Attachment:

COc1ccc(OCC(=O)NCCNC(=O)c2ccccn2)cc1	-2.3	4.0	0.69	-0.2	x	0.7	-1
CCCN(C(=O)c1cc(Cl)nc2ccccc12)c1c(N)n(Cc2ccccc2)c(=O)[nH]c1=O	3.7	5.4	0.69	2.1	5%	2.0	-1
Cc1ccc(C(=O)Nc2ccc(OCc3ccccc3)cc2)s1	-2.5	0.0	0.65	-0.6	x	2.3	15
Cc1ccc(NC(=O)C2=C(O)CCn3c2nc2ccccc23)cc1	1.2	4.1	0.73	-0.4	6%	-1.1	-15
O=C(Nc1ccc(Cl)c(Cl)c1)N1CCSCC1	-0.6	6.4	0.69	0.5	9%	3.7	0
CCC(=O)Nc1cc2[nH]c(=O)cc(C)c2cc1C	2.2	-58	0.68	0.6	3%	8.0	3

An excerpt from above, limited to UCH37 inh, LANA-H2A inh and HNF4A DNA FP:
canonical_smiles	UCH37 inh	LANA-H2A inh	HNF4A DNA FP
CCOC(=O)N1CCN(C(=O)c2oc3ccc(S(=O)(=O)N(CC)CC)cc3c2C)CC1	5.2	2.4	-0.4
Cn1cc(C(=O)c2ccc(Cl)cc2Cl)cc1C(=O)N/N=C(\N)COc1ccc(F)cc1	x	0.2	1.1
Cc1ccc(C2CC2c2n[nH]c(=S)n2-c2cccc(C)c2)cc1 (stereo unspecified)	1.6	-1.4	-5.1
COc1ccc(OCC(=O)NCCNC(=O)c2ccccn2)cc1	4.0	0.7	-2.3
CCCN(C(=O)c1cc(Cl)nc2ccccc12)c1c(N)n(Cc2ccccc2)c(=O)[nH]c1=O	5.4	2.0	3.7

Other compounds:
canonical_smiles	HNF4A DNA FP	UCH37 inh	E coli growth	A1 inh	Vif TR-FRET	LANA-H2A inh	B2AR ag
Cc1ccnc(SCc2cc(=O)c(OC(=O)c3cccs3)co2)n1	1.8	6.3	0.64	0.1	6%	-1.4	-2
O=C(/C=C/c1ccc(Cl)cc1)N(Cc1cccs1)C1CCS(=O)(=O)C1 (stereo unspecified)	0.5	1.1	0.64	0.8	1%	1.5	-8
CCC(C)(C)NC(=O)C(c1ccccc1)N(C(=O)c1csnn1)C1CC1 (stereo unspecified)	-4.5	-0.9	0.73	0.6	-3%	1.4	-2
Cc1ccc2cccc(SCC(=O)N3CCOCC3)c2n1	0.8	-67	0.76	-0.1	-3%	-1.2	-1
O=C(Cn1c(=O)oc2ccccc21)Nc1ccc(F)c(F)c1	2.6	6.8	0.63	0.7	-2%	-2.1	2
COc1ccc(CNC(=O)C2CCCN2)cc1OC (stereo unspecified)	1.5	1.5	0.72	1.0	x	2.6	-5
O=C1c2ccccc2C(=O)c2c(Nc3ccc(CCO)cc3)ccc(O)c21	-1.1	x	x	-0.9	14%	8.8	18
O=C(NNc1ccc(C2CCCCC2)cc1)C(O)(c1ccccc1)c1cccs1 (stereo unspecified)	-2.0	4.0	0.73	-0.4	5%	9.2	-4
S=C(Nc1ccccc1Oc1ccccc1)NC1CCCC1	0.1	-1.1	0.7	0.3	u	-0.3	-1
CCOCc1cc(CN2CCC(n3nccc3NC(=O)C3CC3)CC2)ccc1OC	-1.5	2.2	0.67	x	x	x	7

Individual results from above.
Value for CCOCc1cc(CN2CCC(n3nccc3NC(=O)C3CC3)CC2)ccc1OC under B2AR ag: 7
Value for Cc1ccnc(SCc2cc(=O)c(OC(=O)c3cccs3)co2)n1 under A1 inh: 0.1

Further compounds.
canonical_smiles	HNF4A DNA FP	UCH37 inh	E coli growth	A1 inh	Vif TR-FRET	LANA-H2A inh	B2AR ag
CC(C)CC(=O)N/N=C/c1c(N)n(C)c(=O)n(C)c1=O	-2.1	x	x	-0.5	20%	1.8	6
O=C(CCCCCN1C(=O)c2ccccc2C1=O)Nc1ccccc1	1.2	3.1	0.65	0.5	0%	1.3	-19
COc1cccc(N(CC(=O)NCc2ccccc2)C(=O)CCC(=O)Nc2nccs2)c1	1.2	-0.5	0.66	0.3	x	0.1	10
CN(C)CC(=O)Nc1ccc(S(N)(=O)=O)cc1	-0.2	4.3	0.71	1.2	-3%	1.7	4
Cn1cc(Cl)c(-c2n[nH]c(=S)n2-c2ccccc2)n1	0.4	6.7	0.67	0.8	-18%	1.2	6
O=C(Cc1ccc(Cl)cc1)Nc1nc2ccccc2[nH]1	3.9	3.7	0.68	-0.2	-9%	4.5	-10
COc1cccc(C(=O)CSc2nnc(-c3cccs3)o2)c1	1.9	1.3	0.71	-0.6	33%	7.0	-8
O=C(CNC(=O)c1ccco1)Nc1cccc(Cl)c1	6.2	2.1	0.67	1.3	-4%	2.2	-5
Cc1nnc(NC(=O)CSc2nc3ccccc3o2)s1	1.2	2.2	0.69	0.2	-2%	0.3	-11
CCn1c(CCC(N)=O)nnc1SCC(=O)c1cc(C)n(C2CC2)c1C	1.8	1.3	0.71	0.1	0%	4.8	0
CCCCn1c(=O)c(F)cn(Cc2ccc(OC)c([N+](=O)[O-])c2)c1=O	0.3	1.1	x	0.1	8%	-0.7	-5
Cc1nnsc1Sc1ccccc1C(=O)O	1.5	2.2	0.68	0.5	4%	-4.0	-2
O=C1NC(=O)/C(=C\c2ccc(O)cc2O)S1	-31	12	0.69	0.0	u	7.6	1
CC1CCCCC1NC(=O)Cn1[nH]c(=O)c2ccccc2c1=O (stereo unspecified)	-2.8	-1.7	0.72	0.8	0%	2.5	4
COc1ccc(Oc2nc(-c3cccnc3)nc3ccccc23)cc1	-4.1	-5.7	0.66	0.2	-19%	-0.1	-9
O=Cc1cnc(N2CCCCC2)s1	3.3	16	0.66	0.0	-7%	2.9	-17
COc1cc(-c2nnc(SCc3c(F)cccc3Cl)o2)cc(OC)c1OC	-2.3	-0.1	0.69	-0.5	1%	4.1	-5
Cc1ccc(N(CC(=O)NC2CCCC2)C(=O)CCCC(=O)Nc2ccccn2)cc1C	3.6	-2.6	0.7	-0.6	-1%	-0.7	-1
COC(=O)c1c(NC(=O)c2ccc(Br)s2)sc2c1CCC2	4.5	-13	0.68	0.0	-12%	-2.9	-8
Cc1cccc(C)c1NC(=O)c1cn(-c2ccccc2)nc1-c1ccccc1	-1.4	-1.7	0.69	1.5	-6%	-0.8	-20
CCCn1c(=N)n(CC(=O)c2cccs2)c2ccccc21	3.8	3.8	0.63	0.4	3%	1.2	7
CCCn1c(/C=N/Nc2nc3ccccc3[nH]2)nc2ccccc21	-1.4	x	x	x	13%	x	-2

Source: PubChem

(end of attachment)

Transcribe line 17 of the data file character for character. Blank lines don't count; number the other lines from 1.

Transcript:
O=C(/C=C/c1ccc(Cl)cc1)N(Cc1cccs1)C1CCS(=O)(=O)C1 (stereo unspecified)	0.5	1.1	0.64	0.8	1%	1.5	-8